Summary (from Goodreads):
“And these are they. My final moments. They say a warrior must always be mindful of death, but I never imagined that it would find me like this . . .
Japanese teenager, Sora, is diagnosed with ALS (Lou Gehrig’s disease). Lonely and isolated, Sora turns to the ancient wisdom of the samurai for guidance and comfort. But he also finds hope in the present; through the internet he finds friends that see him, not just his illness. This is a story of friendship and acceptance, and testing strength in an uncertain future.”
I don’t know that much about ALS, although the little I do know (and what I’ve learned from this book) is completely horrifying. The idea of being trapped in your body and losing control over your movement by inches is so scary and so sad.
It’s especially sad in this case; Sora is a teenage boy who’s facing (a) a rare disease and (b) one that generally targets people who are much older than he is.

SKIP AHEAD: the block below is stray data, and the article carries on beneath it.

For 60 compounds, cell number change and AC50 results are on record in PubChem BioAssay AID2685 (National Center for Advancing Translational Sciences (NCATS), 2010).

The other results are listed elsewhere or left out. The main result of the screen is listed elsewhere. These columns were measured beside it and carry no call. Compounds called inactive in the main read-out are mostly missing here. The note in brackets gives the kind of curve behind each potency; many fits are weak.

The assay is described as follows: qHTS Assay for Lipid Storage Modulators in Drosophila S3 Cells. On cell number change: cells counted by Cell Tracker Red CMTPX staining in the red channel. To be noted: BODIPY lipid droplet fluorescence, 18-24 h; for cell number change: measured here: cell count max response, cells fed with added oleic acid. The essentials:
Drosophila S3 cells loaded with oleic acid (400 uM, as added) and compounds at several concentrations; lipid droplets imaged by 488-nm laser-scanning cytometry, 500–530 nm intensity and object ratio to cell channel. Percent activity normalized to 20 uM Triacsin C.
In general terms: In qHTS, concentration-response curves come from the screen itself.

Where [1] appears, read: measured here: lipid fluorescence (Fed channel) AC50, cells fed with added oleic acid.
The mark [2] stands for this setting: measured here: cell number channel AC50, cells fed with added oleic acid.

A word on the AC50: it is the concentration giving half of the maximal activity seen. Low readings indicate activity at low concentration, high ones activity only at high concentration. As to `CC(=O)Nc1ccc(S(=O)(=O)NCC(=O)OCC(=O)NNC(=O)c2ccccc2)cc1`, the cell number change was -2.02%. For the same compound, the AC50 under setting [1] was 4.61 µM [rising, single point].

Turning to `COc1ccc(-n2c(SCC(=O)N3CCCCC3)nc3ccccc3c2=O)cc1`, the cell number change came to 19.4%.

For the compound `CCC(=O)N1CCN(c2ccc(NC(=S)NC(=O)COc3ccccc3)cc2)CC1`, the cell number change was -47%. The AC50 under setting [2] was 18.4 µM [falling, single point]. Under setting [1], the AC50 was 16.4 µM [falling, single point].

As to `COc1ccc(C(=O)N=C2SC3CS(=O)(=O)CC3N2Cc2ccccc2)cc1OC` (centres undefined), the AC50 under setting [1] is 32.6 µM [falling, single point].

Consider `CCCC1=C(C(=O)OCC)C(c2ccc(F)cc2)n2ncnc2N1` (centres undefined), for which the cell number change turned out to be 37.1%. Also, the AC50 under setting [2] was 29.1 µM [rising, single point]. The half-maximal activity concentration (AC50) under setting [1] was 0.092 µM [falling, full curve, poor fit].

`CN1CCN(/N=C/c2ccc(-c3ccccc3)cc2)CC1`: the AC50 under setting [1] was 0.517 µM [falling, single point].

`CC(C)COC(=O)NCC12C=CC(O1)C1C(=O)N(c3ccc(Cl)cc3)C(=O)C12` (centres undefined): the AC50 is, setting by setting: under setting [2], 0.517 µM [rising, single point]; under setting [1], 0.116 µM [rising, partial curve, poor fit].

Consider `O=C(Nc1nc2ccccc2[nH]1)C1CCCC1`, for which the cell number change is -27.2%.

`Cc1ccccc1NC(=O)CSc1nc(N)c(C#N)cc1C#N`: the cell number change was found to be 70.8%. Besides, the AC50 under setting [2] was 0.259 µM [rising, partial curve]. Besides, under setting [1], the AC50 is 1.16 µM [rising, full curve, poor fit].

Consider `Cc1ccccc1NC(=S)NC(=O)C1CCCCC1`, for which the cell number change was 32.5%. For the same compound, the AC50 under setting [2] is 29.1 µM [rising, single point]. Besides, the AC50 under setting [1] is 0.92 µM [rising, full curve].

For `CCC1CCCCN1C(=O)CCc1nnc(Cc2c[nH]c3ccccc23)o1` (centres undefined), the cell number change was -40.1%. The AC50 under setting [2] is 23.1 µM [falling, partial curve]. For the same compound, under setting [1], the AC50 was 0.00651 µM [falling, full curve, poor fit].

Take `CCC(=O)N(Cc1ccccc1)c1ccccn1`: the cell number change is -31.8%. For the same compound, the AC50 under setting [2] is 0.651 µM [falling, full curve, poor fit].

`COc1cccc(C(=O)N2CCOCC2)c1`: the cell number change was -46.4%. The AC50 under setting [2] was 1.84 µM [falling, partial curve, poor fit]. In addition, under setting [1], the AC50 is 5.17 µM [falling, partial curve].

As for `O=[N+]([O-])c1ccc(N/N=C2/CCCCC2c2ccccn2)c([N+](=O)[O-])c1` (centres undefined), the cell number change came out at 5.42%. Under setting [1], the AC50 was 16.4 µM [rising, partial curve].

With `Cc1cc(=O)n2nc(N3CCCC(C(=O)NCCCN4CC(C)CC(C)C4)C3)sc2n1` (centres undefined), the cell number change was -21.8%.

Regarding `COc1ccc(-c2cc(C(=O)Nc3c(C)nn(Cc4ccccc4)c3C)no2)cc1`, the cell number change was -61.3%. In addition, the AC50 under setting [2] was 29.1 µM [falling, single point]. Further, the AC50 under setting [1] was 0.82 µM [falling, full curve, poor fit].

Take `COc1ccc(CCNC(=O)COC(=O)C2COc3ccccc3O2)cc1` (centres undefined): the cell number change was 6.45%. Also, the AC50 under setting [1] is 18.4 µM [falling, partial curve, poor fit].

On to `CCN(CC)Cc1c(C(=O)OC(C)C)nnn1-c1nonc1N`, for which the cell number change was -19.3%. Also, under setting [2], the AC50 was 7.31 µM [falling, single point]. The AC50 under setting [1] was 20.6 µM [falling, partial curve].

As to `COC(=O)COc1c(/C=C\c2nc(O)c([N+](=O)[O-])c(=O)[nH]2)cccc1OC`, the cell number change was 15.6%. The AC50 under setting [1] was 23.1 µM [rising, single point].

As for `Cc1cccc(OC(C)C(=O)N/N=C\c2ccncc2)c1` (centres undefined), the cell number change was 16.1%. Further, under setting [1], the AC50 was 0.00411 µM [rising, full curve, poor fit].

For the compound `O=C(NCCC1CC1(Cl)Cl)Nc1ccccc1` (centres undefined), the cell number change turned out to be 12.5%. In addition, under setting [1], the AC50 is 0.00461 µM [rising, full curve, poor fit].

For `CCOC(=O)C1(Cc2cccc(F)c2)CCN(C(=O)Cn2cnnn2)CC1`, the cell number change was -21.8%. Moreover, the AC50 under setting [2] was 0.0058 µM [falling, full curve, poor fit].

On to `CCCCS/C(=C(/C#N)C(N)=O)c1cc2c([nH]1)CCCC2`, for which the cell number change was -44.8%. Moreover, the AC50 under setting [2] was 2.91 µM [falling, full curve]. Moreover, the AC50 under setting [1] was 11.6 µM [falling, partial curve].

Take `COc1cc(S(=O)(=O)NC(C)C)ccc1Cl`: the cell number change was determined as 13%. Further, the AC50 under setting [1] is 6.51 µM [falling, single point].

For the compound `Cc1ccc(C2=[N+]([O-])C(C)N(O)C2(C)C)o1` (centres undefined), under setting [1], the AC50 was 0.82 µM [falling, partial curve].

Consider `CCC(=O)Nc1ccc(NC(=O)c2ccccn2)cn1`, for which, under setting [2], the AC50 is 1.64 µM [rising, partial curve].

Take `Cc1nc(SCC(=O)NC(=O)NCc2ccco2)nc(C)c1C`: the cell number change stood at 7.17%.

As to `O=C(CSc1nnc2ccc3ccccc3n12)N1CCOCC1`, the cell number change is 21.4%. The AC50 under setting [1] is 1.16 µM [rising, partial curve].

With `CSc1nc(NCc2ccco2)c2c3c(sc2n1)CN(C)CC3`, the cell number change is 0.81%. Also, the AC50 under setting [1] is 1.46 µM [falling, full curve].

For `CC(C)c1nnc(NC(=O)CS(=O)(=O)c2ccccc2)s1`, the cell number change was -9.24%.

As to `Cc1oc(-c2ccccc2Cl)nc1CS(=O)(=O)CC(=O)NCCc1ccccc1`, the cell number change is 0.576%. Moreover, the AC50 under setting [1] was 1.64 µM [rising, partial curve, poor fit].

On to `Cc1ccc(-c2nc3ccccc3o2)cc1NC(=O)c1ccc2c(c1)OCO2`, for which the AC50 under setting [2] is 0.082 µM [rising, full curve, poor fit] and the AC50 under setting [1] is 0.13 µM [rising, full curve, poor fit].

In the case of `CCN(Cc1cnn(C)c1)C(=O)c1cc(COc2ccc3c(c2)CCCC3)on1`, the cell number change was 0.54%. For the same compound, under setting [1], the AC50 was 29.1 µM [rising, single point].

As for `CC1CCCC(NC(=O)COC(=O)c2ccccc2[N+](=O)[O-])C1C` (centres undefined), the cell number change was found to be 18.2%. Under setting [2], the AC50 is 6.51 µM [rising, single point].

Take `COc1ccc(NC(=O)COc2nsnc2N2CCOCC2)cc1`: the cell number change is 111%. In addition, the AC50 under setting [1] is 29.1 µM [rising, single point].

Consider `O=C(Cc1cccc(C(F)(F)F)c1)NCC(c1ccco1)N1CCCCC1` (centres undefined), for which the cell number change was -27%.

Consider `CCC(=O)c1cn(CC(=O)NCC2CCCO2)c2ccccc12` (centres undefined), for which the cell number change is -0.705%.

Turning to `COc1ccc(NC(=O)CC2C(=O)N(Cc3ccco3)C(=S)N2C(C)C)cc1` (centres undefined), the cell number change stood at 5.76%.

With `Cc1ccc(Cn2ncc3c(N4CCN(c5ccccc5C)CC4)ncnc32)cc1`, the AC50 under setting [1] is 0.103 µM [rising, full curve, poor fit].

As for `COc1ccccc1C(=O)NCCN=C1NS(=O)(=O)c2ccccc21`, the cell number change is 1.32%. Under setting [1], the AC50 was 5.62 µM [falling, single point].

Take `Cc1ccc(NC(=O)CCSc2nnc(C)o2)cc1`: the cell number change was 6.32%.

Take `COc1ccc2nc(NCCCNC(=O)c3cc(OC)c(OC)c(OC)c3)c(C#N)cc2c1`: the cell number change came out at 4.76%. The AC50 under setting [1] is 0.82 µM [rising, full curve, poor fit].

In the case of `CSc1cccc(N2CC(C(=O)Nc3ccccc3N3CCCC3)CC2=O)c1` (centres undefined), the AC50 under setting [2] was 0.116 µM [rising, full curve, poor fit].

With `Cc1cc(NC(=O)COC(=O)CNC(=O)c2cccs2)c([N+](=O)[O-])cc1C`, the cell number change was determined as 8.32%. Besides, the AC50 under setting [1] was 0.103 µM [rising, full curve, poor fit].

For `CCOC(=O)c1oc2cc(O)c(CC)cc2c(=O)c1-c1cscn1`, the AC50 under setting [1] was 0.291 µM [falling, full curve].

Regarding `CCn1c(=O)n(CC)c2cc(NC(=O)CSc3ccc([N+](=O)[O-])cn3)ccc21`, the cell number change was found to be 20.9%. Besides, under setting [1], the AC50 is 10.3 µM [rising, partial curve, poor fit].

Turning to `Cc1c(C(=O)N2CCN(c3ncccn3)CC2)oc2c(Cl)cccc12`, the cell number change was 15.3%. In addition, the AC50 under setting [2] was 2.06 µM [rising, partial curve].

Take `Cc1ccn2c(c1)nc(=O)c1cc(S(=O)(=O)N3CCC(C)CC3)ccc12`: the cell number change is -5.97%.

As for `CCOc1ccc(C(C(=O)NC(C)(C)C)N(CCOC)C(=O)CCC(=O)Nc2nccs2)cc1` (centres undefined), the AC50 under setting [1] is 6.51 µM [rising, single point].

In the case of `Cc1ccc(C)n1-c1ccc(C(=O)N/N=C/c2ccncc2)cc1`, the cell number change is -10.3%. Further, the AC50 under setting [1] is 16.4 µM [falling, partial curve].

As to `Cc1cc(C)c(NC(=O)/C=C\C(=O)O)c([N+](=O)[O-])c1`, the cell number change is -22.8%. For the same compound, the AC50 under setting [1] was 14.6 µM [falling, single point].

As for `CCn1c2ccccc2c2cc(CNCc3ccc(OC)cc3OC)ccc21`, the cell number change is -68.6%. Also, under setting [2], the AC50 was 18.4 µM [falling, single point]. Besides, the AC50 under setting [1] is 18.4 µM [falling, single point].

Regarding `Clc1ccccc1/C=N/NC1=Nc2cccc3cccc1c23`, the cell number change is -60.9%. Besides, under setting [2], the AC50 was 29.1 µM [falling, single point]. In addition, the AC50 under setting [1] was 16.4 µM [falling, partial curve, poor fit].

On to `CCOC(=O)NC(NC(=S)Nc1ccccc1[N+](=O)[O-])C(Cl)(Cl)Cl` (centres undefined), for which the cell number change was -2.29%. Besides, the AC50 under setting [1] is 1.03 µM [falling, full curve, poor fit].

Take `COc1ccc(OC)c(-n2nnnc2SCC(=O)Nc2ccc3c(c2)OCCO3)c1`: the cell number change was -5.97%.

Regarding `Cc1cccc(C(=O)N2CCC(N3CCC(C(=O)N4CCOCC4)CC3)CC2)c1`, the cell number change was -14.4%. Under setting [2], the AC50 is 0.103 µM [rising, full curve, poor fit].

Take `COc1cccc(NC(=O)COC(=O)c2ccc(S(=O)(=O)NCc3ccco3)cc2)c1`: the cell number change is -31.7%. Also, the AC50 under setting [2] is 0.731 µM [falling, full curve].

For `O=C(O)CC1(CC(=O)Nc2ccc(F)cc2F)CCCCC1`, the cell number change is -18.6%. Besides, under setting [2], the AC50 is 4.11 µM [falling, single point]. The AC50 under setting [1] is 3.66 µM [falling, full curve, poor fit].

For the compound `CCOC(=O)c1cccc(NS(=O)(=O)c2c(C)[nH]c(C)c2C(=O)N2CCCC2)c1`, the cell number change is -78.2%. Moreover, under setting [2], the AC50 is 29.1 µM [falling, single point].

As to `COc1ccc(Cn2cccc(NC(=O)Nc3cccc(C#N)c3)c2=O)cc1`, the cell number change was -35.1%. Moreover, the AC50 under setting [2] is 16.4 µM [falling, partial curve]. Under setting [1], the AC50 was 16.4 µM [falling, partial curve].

Not surprisingly, his life soon becomes very small: his home, with his mom and his books.
And then, on impulse, he finds an internet chat room. Initially, he keeps his diagnosis secret but soon finds a few close friends…and even though no one can fully understand what he’s going through, it helps him so much to have a bigger sense of community.
I can’t even talk about this book like a normal person. I love the fact that it’s set in Japan and how Sora sees himself as sort of a modern-day Samurai (ALS is starting to affect his body and he feels, in some ways, like he is also facing a life of dishonor as he starts to decline a little bit).
I don’t want to ruin anything for you, so read this. Yes, it’s sad—but it’s also about friendship and the connections we forge with other people.